The real title is “Powerhouse Painter Carmen Herrera Inaugurates Lisson’s New York Gallery.” Here, Casey Lesser reviews Cuban artist Carmen Herrera, whose work is on view at Lisson Gallery (504 W 24th Street, New York). The show opened yesterday, May 3, and will continue through June 11, 2016.
Today, London and Milan’s Lisson Gallery inaugurates its New York space with a highly anticipated show of Herrera’s paintings from the last two years. Ever since Lisson broke news of the exhibition in February (a prelude to her September solo show at the Whitney), the buzz around the artist has been mounting. We’ve been reminded that Herrera was born in Cuba in 1915 and is still going strong in the month of her 101st birthday; didn’t sell a work until 2004; ran in the circles of Josef Albers, Jean Arp, and Sonia Delaunay in Paris, and Barnett Newman in New York; and that despite the fact that she’s been a practicing artist in New York for more than half a century, tirelessly refining her bold geometric style, she’s only been recognized in a big, international, art-world way during the last decade. While it’s easy to get caught up in her fascinatingly unconventional narrative, take one step into Herrera’s Lisson show and the chatter falls away.
As I enter Lisson’s airy white cube on 24th Street, the 13 paintings (and one sculpture) inside are antidotes to an overcast Monday morning. The two-toned, hard-edged paintings jumping off of the white walls bear proud shocks of color—electric orange and kelly green, lemon yellow and black, cornflower blue and white among them. Certain works elicit a feeling of comfort, akin to seeing the colors of a favorite sports team or an alma mater.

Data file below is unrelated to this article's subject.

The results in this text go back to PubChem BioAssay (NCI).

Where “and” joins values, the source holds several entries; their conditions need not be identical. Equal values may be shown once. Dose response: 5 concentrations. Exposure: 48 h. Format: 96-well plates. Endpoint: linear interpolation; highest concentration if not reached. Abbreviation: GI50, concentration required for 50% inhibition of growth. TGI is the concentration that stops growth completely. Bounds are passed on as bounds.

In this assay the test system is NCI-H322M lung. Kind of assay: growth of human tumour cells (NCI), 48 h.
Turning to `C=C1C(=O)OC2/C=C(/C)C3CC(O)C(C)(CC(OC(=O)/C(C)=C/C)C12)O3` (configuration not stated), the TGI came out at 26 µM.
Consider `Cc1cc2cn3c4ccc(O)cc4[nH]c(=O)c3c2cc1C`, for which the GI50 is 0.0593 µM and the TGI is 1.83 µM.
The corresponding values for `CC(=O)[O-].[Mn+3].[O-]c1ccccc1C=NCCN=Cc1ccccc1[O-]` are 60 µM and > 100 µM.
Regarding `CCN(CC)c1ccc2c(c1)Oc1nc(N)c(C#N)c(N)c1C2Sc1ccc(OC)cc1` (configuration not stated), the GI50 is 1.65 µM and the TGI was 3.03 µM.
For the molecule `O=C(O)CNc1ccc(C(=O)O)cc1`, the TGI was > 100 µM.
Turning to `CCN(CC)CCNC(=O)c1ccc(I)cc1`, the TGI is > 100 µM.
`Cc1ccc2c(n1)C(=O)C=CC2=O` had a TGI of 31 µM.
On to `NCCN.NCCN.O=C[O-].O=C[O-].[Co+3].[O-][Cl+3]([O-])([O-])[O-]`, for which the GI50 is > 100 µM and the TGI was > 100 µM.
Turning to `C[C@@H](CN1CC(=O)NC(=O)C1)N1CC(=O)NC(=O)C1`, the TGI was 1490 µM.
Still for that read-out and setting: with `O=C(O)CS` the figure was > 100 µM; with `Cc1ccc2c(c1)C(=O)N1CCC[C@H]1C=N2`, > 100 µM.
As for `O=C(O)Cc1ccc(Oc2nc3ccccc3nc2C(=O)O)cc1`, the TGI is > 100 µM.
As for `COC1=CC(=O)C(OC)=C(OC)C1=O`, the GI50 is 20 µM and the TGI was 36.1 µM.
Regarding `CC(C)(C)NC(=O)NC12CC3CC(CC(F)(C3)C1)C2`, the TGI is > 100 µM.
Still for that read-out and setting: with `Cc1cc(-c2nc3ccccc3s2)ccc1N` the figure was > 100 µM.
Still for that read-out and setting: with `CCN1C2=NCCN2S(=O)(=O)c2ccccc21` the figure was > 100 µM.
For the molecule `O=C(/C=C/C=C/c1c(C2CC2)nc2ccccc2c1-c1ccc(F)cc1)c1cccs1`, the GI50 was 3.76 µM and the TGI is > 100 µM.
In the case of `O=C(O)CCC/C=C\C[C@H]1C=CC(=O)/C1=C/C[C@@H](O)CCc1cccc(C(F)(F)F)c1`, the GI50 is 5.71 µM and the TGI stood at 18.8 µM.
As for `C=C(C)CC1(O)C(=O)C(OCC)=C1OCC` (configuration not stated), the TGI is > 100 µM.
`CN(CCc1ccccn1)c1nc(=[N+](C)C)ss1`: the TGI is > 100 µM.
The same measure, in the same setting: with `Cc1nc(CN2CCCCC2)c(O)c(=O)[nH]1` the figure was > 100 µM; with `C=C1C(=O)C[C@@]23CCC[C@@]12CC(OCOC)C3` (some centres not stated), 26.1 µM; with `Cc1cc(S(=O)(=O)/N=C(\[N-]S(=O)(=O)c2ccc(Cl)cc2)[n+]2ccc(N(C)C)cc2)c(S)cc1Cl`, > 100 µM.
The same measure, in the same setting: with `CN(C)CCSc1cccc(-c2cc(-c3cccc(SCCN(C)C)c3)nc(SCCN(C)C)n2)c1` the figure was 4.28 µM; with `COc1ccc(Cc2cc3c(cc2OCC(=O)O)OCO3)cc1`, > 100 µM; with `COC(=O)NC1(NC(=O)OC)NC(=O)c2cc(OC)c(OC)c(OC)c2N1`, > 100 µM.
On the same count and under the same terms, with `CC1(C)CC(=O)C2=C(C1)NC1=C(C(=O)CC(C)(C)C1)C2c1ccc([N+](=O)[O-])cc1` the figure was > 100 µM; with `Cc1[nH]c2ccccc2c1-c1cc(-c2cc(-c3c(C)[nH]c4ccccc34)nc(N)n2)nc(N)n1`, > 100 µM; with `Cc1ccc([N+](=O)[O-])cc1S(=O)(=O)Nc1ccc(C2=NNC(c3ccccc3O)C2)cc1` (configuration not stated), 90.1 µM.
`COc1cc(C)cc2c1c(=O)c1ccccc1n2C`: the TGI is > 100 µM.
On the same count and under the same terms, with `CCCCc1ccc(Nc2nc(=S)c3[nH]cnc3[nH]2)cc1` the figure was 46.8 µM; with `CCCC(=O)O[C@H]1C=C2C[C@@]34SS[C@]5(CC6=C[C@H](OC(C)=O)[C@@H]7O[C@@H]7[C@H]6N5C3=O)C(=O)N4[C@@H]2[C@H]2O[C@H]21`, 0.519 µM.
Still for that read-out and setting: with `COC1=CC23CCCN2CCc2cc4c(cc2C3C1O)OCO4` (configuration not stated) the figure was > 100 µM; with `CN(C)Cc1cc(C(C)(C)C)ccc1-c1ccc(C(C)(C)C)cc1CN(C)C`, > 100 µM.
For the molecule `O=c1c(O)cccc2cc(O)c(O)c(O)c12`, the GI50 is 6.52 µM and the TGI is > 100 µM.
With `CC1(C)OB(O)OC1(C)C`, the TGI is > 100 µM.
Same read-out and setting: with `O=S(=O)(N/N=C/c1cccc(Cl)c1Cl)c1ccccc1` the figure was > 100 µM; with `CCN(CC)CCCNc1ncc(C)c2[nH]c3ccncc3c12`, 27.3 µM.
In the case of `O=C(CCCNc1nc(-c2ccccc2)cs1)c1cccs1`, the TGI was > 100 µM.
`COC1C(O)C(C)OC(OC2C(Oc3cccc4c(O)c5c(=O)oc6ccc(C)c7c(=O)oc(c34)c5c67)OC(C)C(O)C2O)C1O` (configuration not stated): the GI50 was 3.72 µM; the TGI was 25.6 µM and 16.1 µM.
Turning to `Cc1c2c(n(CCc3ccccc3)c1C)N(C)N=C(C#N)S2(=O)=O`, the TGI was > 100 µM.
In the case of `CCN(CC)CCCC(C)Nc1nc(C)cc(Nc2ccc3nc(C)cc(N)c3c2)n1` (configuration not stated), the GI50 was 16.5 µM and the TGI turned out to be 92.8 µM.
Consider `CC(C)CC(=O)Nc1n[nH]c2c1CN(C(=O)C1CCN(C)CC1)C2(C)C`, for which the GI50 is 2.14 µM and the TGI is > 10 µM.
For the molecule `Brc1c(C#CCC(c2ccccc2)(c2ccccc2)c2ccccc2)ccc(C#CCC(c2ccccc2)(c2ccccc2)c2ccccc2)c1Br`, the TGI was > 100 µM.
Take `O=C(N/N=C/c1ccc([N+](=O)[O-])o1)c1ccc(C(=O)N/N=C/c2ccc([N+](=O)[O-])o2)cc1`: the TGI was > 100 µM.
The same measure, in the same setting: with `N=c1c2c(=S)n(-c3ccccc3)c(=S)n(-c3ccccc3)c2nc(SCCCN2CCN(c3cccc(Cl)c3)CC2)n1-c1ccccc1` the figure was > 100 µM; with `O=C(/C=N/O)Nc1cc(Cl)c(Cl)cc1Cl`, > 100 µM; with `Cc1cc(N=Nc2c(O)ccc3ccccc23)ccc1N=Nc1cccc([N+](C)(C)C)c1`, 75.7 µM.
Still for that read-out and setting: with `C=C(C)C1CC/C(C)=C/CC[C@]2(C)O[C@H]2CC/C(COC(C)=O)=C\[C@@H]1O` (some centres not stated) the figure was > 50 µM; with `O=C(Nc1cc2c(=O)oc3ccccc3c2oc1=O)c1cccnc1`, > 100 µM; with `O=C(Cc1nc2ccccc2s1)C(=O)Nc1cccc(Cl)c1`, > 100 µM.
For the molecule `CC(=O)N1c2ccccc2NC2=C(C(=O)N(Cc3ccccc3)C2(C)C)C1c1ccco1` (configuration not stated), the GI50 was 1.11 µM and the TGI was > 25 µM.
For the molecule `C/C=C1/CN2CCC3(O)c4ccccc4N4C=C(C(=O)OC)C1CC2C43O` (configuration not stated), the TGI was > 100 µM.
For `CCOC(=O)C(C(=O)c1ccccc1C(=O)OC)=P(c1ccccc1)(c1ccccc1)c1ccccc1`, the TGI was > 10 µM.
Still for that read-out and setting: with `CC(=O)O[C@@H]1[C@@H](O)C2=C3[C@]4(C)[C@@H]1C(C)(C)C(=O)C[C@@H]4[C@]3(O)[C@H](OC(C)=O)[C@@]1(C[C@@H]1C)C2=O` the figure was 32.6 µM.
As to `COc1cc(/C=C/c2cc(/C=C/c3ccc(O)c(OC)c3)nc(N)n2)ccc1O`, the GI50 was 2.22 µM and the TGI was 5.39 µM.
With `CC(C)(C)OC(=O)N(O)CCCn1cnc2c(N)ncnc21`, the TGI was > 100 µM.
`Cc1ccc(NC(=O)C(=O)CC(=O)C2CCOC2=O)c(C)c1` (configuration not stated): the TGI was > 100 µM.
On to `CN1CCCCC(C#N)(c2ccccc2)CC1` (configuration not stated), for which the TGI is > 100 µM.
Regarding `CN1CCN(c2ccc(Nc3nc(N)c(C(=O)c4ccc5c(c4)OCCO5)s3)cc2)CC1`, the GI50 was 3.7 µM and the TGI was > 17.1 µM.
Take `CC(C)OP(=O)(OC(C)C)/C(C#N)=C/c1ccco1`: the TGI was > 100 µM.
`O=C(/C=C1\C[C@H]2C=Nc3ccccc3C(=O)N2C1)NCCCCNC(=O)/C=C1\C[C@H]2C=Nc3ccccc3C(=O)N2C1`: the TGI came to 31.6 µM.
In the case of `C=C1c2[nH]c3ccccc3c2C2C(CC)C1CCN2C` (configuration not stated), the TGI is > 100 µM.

The first work I see is Alpes (2015), a snow white rectangle cut by two deep green triangles. Like much of Herrera’s work, the painting confounds ideas of figure and ground, or background and foreground. She offers multiple ways of seeing the interlocking forms; someone else might see the green first, between mountains of white.
And while there’s something exceedingly enticing about Herrera’s crisp contrasts between colors, equally vital are her singular compositions. As Robert Storr points out in the exhibition catalogue essay, “The invigorating, one can even say suspenseful, essence of these works is their fundamental instability.” From rectangles filled with asymmetrical, alternating stripes, to a six-sided canvas checkered with red and white, to diptychs and triptychs that repeat patterns or conjoin to form a single symmetrical motif—it’s impossible to know what the artist might do next. A surprising, powerful sculpture made from intertwining blocks of aluminum, Untitled Estructura (Blue) (1962/2015), only adds to the mix. But even so, each work feels connected, fundamentally related, like members of a family.
[. . .] In the foreword to the exhibition catalogue, Lisson founder Nicholas Logsdail recounts the experience of discovering Herrera’s work in 2009: “I couldn’t be sure whether or not I had seen these works somewhere before,” he writes. This sense of familiarity may be felt by many. Herrera distills painting to its purest elements—line, form, and color—in a way that feels familiar, but at the same time new. Much in the way that her career as an artist escapes any sense of convention, she escapes clean art-historical categorization. Herrera challenges western art-world conceptions in a way that is welcome, and needed.